By what method you test whether the scout was "right or wrong"? By asking other scouts? Both systems are most easily tested by their own internal consistency. If you want to link them to something observable on the field, please tell me how you'd do it -- because we can apply the logic to both the scout's opinion and UZR.

By the nature of defense, there's simply no way to "prove" how many runs were scored or prevented due to a guys defense -- but that's what coaches and GMs have been doing using their guts for a century. Sabermetrics is simply going about the process in a more scientific way where the inputs to the process are publicized, the biases can be challenged, and the work is shown. Surely you aren't suggested that evaluating defense using solely one's eyes and gut can be held to the same level of account?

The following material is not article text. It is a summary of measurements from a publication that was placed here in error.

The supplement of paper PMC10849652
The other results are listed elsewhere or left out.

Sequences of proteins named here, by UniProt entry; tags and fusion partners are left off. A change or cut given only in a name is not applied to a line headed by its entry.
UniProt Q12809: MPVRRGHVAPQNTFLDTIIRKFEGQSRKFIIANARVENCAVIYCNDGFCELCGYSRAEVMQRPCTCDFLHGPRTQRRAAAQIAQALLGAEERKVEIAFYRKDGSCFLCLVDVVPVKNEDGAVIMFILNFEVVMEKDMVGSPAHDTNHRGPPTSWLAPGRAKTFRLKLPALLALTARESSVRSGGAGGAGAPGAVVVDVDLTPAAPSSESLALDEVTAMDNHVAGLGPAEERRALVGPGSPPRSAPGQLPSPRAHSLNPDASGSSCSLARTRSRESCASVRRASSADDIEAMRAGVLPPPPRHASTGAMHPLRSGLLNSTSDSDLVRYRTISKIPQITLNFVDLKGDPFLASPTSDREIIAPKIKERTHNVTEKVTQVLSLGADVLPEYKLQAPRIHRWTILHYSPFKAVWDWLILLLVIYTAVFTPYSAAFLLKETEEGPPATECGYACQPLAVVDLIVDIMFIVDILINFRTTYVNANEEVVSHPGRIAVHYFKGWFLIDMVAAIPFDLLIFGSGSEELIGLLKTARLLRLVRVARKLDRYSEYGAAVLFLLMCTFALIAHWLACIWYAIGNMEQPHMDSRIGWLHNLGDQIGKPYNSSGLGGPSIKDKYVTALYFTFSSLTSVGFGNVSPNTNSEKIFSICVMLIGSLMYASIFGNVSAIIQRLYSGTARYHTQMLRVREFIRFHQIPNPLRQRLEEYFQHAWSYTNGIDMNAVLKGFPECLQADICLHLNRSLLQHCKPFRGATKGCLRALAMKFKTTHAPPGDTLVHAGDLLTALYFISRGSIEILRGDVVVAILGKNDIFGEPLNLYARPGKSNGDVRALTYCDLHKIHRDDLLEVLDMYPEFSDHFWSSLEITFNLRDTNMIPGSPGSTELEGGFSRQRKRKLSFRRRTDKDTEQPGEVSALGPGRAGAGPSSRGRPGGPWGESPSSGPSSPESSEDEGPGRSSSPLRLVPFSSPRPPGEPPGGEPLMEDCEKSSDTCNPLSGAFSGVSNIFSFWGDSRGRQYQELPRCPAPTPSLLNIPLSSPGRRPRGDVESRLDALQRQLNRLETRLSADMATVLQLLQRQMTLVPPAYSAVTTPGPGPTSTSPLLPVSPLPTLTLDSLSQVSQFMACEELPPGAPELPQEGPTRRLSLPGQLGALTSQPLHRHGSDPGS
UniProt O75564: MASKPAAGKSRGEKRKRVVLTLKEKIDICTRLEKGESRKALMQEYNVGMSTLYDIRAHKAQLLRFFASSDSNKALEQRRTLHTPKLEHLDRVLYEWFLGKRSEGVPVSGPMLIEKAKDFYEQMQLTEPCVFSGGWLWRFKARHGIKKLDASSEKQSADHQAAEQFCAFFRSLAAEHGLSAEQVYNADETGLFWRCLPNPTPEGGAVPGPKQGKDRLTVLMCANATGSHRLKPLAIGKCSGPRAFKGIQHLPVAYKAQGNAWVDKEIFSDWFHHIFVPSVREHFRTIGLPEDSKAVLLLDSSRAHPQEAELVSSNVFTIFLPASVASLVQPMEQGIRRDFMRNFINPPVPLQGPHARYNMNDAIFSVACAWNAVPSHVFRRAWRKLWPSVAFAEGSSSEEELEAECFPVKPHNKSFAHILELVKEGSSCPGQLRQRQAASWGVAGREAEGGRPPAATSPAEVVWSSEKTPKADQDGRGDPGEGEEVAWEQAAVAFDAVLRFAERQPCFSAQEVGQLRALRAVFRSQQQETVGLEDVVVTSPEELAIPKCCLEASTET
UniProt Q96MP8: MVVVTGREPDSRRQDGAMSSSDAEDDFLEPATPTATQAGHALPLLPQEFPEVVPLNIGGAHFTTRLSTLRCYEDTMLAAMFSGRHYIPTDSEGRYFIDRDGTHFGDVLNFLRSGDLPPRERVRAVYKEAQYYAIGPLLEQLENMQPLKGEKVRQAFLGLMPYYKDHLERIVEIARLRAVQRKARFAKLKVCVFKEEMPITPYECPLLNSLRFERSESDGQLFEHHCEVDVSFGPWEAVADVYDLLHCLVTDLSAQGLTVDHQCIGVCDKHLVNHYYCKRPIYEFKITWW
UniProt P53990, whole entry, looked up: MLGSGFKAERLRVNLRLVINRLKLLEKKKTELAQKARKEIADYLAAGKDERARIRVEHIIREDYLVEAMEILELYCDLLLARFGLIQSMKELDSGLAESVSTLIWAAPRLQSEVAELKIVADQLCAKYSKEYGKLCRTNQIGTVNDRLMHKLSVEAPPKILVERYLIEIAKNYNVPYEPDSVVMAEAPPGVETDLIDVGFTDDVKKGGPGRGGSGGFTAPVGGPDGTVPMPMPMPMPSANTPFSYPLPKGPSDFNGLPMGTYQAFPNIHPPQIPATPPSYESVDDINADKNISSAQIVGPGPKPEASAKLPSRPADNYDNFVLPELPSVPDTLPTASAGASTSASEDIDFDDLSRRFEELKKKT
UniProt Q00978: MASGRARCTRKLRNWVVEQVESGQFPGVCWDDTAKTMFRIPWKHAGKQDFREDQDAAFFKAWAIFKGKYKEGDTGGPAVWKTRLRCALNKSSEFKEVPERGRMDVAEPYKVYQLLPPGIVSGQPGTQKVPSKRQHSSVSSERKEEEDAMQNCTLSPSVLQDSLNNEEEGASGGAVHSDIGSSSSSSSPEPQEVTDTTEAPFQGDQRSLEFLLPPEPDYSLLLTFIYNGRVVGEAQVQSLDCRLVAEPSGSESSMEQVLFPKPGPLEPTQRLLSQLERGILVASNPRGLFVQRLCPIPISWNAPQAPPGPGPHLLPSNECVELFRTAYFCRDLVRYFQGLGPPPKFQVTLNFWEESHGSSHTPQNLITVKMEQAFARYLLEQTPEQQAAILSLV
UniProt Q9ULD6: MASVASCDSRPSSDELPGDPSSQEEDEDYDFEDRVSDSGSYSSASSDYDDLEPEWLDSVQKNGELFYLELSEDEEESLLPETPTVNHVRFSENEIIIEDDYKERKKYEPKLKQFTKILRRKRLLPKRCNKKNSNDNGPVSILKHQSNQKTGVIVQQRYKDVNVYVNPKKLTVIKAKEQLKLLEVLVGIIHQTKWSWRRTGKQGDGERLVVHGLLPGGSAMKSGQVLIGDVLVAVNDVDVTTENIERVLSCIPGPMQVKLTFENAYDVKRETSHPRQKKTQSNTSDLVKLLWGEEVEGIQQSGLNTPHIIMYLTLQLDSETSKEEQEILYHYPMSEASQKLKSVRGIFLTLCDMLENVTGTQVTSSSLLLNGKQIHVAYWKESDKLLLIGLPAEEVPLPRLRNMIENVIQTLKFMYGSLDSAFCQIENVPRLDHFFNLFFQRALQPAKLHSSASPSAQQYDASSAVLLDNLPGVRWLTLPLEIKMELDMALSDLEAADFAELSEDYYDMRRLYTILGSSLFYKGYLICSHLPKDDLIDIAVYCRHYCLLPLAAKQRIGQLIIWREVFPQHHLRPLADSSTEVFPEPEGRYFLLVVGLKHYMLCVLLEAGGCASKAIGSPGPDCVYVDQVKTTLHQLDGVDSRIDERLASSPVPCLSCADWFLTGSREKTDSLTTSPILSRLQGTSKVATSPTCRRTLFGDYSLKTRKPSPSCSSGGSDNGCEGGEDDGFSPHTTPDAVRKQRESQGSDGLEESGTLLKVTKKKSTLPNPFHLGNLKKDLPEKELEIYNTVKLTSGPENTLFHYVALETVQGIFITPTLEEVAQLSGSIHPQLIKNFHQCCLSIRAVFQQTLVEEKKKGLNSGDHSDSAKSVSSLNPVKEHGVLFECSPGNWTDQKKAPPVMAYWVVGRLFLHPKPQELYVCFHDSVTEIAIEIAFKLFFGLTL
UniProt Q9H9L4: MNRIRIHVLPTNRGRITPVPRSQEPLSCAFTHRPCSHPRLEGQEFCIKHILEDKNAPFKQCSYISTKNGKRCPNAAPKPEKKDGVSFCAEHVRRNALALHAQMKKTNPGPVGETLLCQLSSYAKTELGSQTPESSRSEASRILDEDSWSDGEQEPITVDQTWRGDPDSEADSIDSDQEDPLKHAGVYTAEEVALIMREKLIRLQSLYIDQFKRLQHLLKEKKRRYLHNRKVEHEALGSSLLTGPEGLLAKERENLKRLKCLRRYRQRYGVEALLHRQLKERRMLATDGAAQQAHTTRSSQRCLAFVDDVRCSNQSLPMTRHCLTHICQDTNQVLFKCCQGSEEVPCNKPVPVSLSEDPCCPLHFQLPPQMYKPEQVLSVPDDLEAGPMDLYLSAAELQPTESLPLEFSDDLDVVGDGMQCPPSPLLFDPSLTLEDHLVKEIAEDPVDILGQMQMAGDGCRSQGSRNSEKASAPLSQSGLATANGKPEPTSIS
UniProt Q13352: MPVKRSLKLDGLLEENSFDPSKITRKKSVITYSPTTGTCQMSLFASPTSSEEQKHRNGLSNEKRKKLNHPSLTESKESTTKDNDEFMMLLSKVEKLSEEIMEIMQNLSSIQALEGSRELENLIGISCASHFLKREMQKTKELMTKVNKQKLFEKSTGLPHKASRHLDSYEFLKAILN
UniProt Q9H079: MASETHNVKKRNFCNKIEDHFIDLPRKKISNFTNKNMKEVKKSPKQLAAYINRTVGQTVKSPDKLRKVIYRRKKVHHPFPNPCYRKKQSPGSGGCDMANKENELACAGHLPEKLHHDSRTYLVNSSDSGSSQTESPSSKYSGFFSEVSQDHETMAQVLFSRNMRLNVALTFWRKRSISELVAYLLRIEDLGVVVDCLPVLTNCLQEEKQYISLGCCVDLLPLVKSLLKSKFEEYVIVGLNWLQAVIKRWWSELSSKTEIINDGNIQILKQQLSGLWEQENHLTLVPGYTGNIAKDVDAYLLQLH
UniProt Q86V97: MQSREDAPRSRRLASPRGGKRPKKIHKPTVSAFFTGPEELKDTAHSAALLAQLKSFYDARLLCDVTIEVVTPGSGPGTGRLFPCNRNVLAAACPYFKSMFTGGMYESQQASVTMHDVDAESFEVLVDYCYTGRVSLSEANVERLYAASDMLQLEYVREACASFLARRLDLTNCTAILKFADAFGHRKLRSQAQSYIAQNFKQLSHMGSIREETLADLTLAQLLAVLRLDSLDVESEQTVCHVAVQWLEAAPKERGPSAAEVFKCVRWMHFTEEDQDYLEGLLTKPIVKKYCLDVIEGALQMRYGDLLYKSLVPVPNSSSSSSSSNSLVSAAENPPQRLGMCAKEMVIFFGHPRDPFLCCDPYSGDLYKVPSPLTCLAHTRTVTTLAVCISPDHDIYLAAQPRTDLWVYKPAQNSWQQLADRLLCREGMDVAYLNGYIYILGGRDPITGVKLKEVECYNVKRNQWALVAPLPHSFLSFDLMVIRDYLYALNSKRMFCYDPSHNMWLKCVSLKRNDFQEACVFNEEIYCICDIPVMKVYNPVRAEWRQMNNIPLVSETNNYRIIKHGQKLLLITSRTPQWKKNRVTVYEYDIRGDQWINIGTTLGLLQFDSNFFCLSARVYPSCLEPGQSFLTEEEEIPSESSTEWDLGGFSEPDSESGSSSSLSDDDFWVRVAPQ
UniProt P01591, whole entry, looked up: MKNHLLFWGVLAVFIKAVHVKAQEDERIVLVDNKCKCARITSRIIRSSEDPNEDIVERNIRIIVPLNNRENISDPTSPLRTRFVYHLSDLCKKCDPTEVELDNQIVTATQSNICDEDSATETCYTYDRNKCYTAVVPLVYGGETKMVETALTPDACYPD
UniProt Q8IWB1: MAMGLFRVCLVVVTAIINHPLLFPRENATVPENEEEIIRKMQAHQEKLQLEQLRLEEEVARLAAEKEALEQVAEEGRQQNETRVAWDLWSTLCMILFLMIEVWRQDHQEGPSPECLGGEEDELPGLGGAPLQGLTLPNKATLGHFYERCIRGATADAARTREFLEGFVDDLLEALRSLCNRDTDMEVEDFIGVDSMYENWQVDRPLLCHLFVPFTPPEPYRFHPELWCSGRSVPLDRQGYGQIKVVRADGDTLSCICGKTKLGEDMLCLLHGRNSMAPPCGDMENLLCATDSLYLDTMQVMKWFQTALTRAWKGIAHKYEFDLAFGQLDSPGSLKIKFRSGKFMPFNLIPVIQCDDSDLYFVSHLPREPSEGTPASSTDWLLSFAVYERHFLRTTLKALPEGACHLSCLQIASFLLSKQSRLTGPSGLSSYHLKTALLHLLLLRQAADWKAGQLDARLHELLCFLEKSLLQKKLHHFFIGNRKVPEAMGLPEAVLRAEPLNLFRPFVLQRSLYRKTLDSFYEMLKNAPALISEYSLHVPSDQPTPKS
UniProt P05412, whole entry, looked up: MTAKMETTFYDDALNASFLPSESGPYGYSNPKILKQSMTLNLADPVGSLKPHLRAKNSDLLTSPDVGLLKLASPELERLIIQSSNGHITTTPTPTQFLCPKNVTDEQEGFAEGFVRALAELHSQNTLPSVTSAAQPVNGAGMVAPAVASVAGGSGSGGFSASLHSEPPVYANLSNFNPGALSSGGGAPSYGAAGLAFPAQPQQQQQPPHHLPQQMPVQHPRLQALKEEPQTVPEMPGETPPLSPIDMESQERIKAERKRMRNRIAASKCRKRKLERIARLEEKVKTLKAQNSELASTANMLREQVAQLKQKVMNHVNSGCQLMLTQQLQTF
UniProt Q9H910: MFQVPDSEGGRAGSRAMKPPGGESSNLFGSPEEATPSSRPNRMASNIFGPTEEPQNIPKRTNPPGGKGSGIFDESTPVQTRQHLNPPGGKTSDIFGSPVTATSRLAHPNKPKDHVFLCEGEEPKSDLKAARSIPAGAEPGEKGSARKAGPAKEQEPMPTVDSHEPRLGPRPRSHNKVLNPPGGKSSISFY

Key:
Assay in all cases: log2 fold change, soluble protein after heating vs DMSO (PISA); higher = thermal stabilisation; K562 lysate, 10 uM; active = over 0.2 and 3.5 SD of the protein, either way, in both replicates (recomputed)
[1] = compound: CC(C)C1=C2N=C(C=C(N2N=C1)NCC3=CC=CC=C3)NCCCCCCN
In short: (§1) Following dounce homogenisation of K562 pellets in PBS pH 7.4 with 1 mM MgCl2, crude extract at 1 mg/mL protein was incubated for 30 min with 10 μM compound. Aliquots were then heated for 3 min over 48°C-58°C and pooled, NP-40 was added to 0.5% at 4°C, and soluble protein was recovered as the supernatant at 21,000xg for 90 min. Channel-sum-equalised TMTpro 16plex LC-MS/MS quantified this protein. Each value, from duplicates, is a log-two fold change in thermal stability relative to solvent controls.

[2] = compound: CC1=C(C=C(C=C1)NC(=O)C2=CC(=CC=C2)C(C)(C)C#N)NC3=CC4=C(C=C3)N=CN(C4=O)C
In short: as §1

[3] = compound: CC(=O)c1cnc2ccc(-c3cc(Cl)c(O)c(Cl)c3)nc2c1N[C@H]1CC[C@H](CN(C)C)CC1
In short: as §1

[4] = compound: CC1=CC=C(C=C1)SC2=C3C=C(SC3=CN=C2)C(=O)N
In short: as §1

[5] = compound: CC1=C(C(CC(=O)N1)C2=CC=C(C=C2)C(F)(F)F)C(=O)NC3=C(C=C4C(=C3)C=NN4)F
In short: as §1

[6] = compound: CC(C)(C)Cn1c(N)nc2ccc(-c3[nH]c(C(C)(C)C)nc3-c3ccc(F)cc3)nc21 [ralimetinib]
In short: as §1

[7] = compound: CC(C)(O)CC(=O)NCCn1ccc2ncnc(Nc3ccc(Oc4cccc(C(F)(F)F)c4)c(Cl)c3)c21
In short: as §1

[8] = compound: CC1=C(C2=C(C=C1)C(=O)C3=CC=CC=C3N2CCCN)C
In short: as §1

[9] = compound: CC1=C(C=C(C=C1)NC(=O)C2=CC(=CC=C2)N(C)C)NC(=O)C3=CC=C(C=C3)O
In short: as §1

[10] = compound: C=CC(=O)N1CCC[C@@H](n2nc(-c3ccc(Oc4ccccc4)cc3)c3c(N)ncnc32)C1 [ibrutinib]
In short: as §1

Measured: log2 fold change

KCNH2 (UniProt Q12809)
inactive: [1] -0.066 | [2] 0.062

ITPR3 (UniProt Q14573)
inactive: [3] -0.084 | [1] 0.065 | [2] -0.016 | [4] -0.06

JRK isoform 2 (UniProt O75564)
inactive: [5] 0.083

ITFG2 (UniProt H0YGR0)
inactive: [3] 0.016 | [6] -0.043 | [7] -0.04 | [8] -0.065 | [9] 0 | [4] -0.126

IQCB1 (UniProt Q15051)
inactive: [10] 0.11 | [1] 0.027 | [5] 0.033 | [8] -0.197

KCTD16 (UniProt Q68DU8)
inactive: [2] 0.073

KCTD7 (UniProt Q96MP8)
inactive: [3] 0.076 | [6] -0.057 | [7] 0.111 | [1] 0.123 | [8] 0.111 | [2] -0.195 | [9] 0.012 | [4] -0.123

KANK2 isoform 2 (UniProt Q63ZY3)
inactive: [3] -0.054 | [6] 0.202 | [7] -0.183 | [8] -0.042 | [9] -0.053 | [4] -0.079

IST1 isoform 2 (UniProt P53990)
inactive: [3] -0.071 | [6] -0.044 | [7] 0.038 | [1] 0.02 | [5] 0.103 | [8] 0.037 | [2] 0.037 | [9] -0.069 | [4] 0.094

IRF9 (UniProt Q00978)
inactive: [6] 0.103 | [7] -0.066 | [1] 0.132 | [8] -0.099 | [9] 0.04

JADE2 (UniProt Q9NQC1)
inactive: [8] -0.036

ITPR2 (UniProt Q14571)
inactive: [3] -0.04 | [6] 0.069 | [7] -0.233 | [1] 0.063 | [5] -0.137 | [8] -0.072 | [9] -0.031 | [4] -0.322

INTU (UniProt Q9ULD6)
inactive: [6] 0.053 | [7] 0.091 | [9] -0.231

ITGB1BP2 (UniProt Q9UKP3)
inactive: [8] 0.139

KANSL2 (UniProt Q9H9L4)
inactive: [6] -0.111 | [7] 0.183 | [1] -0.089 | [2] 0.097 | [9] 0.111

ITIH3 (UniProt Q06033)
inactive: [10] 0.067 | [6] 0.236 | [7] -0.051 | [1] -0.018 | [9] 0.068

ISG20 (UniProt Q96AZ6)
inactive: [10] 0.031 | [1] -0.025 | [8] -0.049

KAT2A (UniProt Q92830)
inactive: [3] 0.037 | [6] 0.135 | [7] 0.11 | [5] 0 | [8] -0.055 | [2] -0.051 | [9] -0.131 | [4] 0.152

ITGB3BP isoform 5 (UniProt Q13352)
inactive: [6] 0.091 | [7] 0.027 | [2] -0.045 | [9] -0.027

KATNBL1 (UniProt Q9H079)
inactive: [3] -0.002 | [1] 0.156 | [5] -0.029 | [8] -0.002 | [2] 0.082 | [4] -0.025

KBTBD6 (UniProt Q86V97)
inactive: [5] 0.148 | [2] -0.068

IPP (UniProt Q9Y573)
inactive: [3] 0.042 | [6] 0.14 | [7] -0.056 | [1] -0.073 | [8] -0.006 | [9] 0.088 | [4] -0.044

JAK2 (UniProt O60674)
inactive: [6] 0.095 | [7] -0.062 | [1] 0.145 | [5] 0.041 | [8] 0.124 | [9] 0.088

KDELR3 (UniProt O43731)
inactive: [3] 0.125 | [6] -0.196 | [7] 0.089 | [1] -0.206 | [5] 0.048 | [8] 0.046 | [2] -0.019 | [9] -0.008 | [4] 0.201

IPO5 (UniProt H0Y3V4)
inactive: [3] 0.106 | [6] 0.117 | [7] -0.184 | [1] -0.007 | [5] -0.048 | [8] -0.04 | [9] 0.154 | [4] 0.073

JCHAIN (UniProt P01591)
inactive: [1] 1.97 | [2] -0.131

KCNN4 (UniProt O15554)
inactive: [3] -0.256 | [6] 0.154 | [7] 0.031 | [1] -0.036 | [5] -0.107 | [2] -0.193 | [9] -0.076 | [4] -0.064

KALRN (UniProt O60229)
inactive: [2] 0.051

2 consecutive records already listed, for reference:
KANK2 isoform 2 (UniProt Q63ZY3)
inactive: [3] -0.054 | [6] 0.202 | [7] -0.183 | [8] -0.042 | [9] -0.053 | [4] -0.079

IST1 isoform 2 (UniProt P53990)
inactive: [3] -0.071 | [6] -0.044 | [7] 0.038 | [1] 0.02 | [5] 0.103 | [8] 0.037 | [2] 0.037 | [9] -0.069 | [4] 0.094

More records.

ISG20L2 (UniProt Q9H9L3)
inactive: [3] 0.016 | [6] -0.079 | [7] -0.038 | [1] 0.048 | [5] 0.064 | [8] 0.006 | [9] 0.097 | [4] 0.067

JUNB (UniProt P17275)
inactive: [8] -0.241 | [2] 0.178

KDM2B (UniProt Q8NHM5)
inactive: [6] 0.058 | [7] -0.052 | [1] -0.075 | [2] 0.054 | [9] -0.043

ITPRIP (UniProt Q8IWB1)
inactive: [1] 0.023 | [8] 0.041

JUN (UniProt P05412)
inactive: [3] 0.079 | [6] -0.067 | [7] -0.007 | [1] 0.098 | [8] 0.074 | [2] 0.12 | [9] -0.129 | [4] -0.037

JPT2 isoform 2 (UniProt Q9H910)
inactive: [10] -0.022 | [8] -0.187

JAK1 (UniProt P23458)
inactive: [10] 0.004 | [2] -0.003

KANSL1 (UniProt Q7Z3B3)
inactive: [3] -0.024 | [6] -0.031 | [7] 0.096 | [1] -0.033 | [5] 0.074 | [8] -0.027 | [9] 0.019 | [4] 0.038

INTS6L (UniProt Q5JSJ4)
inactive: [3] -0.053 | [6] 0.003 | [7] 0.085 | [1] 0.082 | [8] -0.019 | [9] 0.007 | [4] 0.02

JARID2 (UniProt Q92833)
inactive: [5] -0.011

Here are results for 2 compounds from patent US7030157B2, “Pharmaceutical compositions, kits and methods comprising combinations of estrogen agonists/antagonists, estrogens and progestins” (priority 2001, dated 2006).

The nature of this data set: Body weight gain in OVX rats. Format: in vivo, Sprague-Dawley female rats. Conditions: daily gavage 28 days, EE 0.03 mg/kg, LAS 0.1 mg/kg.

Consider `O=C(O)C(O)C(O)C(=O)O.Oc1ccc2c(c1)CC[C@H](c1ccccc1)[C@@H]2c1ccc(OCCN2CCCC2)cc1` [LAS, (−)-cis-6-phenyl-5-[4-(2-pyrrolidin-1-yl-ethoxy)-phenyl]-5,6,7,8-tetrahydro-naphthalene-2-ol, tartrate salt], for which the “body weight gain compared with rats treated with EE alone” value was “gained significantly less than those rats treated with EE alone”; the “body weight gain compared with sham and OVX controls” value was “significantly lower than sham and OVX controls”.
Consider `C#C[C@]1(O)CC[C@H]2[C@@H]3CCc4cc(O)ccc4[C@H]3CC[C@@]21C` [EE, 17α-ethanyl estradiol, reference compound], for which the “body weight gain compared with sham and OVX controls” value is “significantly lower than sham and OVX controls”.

But let's look at some of the other metrics. FIP was designed as a predictor of ERA. Guess what? By running analyses of FIP projected ERA and actual observed ERA, it's been shown to the best predictor. As for the dollar values assigned using WAR projections, compare it to what guys actually sign for and you'll find it's actually really freaking good at it.

Bottom line is that sabermetric metrics are no different that other approaches, they just show their work better. At the end of the day, GMs, managers, etc. are all coming up with their own assessments and predictions. When they've been compared in theri ability to measure and predict what's likely to happen on the field, sabermetrics tend to come out ahead.